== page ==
But I was raised with some fairly built in guilt around certain behaviors that I’m only now trying hard to break. The behavior can be boiled down to one phrase “I should.”
Not I “should” make more money or I “should” wear better clothes. But I “should” spend more hours of the day working. I “should” write four blog posts a week, not three. I “should” email old friends and send handwritten letters. I “should” bake my own bread more often. I “should” make my own yogurt. I “should” reply to all those people in my inbox who still deserve a response. I “should” do laundry or grocery shop or mop the kitchen. I “should” reorganize the pantry and wash the moldings.
We all know the list and how unproductive it actually is.
The new question I am asking myself is how much more could I be accomplishing if I spent less time thinking about what I should do, and more time thinking about what I want to do. Take for instance my significant need to grocery shop today. We’ve been out of fruits and vegetables for two days now. I really “should” grocery shop. But I’m using the word should because Thursdays are my home day. The day I use to catch my breath and make sure I’m healthy and rested for classes on Friday morning and a full line up of patients in the afternoon. I never grocery shop on Thursdays because it is my day of rest. But all day instead of just remembering that I’m supposed to rest, write blogs and bring my books back up to date, I’ve spent most of the day stewing about not grocery shopping. It is nonsense.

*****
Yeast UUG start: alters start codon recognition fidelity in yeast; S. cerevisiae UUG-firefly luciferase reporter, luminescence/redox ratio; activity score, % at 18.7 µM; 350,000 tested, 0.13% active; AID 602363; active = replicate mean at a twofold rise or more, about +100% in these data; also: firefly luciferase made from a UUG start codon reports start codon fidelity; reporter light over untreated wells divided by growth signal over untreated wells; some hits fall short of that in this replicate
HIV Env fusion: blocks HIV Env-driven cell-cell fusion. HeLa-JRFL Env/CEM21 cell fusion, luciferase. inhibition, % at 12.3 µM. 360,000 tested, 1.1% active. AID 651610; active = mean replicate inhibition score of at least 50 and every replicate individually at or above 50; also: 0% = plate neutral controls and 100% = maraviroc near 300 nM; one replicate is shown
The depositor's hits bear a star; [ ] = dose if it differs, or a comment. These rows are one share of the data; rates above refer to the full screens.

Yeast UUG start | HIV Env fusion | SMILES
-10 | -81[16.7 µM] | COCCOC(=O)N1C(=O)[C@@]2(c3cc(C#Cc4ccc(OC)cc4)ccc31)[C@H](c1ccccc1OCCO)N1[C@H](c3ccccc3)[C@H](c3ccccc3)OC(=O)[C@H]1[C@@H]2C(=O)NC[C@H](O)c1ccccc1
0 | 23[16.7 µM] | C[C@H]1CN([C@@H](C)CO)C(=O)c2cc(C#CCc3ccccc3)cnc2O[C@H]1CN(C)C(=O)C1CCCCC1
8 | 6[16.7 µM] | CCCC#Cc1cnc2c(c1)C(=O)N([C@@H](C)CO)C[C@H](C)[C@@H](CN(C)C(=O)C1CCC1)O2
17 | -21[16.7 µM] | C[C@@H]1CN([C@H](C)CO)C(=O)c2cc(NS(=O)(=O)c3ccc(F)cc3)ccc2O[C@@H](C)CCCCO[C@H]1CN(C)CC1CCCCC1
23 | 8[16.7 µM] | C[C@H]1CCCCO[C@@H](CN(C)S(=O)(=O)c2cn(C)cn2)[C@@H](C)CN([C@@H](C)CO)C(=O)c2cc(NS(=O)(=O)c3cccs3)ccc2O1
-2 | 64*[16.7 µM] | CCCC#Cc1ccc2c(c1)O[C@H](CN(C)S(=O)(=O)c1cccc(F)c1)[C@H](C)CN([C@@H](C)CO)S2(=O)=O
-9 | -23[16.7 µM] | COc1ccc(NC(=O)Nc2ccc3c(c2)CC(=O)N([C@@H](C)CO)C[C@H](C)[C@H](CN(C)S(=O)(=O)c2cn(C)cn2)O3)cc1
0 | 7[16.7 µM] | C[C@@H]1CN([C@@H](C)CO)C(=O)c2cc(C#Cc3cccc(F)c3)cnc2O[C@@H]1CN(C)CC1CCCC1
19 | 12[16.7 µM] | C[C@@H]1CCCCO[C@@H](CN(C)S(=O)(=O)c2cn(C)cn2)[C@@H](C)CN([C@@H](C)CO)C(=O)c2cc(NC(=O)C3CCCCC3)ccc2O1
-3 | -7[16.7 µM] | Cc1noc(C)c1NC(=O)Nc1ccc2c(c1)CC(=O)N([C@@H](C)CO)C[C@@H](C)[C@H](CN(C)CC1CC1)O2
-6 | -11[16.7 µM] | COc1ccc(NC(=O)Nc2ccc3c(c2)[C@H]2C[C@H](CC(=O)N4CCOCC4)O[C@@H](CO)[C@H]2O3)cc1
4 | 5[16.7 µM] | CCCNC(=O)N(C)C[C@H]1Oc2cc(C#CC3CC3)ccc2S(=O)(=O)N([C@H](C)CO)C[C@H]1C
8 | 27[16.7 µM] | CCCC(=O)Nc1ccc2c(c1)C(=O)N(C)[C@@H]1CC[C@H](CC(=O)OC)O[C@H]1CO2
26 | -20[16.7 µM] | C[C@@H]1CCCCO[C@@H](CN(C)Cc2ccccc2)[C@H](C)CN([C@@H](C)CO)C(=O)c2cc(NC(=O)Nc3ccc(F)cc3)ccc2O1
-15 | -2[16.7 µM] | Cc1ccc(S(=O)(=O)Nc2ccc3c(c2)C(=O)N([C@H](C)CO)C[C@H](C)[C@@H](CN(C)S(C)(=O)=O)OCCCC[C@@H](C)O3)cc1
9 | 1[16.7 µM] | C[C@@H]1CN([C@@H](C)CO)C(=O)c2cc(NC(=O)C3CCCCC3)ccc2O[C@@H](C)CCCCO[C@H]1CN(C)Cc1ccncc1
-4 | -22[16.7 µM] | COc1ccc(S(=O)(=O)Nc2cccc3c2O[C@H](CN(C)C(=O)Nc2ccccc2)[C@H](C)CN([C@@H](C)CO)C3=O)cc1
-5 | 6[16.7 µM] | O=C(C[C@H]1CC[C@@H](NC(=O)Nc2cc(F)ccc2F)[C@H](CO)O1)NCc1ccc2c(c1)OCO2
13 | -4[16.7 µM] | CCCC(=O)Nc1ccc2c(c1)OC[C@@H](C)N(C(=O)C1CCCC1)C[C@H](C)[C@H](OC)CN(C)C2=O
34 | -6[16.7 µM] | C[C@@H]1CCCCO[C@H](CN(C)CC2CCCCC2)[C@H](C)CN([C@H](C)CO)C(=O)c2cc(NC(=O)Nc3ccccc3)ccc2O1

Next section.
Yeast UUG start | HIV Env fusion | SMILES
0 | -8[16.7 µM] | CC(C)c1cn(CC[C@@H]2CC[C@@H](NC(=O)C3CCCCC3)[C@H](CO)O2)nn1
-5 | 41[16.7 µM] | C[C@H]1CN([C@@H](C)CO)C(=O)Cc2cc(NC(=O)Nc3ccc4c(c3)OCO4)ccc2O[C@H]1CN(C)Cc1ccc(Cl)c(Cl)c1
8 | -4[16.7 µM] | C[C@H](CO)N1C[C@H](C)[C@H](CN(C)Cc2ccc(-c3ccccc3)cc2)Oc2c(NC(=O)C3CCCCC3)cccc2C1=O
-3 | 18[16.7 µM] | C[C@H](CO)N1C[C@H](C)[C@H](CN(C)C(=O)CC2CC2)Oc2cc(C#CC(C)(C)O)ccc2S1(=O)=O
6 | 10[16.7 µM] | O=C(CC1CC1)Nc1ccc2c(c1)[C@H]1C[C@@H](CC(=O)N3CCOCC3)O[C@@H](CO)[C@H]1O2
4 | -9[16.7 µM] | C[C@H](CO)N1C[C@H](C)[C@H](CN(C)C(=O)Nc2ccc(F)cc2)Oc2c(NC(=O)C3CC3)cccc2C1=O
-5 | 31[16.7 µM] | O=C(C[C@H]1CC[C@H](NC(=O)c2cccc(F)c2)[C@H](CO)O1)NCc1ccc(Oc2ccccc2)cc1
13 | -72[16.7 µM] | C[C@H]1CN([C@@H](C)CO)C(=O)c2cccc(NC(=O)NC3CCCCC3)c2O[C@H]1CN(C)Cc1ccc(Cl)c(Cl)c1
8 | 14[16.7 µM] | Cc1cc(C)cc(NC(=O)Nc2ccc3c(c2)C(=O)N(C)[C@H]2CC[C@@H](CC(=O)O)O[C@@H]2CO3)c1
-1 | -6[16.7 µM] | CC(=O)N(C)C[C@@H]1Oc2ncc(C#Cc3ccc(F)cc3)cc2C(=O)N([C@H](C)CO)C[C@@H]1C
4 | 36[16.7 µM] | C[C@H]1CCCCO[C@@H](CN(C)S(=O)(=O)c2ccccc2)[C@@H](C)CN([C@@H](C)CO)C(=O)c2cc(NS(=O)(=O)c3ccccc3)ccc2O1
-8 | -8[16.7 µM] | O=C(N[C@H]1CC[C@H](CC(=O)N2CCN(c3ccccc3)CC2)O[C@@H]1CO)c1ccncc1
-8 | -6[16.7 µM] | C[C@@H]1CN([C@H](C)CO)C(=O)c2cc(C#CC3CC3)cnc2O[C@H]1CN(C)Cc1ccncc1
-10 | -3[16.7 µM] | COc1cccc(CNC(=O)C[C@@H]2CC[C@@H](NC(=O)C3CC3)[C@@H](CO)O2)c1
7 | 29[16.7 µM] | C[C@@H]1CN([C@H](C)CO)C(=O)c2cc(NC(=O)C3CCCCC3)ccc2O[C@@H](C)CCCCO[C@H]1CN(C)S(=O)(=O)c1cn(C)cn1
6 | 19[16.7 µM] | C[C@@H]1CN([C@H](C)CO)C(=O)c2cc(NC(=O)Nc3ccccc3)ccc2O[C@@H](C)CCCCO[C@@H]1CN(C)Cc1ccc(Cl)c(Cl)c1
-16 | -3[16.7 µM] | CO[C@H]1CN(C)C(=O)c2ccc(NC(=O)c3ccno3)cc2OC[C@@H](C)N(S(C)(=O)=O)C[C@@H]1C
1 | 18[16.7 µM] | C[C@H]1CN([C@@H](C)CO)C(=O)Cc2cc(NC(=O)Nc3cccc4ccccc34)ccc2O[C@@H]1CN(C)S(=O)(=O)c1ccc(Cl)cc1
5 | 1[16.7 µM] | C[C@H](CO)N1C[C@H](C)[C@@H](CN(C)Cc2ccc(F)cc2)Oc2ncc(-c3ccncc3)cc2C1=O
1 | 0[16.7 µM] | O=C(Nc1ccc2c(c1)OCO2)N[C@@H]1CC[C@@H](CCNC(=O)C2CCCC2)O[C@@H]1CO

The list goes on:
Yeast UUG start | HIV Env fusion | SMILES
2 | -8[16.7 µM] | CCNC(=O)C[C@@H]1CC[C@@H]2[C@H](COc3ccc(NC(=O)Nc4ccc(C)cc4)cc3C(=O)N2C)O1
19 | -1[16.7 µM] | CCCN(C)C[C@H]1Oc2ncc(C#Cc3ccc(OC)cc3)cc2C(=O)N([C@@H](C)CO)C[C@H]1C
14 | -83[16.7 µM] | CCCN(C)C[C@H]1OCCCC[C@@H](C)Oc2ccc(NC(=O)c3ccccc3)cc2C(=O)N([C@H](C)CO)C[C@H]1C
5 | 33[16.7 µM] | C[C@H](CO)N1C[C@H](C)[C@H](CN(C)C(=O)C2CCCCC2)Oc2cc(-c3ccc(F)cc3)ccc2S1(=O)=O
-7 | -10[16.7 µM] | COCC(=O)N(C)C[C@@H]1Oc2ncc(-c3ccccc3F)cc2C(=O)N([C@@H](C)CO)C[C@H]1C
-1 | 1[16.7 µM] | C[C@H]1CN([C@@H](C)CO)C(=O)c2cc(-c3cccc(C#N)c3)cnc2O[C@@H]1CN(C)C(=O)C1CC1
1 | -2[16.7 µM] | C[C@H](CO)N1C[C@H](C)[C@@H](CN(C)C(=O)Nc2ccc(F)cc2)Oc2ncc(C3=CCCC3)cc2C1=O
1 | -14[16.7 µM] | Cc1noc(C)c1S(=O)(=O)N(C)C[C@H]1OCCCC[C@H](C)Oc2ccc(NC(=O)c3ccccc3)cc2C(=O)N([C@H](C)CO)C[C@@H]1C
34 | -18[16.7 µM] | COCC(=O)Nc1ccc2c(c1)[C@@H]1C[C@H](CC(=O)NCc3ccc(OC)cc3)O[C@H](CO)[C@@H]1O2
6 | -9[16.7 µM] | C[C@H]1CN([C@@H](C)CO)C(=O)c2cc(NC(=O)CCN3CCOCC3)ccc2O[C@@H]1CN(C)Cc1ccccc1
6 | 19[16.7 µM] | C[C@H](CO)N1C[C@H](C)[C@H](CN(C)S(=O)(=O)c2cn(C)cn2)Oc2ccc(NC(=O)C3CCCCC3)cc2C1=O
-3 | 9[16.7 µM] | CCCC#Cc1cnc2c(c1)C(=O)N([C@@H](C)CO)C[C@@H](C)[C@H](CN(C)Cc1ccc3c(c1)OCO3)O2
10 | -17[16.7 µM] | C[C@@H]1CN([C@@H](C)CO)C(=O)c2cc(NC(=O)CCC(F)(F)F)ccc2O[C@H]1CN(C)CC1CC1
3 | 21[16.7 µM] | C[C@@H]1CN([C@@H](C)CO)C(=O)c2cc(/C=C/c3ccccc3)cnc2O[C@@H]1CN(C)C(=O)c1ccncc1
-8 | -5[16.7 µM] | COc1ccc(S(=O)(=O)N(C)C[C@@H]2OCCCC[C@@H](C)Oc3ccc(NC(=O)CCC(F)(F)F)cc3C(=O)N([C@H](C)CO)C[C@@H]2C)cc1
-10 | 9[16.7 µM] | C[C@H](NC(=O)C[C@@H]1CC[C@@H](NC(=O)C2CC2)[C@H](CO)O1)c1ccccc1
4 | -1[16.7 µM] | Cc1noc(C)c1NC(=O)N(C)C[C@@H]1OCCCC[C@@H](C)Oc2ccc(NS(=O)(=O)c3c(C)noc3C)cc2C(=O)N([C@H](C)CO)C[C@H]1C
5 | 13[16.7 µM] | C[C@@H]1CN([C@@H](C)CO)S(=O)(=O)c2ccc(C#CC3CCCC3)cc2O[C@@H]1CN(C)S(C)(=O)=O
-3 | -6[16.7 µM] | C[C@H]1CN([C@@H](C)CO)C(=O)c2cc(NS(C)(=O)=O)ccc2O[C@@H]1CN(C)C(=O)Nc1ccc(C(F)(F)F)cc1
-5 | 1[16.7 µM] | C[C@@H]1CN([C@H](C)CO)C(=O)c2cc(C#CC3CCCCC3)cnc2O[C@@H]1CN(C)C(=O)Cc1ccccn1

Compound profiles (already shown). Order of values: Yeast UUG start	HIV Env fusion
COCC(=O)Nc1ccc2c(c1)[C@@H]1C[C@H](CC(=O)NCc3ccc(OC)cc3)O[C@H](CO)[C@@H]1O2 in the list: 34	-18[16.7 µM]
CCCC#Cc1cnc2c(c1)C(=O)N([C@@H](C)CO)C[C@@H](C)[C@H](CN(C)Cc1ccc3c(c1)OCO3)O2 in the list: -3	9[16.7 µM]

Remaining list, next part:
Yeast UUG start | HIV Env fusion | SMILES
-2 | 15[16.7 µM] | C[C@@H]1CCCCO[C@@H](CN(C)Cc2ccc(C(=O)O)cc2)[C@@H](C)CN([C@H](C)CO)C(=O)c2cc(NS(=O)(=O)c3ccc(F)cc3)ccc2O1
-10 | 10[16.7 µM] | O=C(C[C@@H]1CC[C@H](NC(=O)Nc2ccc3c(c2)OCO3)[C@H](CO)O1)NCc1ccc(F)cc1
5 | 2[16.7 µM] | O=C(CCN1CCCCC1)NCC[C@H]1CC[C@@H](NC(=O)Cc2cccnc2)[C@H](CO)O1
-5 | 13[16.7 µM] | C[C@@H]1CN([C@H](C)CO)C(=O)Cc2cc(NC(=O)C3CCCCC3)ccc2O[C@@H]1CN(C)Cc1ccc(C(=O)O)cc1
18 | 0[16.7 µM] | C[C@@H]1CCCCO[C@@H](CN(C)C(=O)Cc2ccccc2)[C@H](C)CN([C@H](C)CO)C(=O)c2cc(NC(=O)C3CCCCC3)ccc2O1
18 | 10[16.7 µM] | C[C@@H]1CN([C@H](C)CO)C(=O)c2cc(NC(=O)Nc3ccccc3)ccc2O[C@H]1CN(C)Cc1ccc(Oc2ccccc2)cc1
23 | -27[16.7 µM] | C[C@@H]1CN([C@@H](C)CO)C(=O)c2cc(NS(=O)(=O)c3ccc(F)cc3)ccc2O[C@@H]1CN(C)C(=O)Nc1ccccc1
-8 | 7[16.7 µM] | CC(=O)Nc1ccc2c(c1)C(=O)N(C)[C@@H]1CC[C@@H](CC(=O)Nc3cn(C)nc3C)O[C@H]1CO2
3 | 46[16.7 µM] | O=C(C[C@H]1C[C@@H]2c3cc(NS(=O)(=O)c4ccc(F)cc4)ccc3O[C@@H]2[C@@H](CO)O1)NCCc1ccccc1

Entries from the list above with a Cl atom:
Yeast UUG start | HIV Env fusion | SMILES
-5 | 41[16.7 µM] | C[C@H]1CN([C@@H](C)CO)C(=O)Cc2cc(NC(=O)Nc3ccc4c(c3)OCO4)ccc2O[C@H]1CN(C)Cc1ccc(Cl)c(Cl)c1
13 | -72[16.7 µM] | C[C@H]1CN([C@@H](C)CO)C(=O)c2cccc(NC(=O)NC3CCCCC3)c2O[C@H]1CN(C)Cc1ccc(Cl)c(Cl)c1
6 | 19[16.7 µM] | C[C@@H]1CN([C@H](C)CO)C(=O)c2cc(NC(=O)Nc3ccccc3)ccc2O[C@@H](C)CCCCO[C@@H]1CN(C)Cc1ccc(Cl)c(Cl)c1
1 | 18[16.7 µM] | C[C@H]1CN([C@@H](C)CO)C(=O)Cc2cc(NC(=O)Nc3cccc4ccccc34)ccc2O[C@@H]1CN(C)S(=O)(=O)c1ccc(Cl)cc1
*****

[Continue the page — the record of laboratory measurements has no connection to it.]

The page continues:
There are definitely plenty of things in life that we don’t want to do. But when we use that dirty word we reveal that now isn’t the ideal time to be doing that task. Our bodies, mind and probably our calendars all suggest some other task.
I spent so much of my life pushing up hill. If it wasn’t incredibly difficult than it must not be the route to success. But every once in a while I would get sidetracked and do something lazy and some big offering would present itself. You get rewarded for chosing the easy route often enough and you start to prefer that path.
If I really examine my history or doing things like grocery shopping and laundry I will remember that some mornings I wake up very excited to do these tasks and I’m very efficient and productive. When I try to force it on days that it feels like too much, I end up grumpy and more exhausted.
If we take out the guilt around doing certain tasks it is easier to see that there are certain times it is actually enjoyable to do a lot of the tasks we put off for ages.
So for the rest of this day, I’m not going to feel guilty about being tired and overdone. I’m instead going to make a list of things I would like to do and feel capable of doing regardless of how many other things “should” be on that list. I’m going to trust that my body will take care of itself and that it knows the best way to get me through the week.
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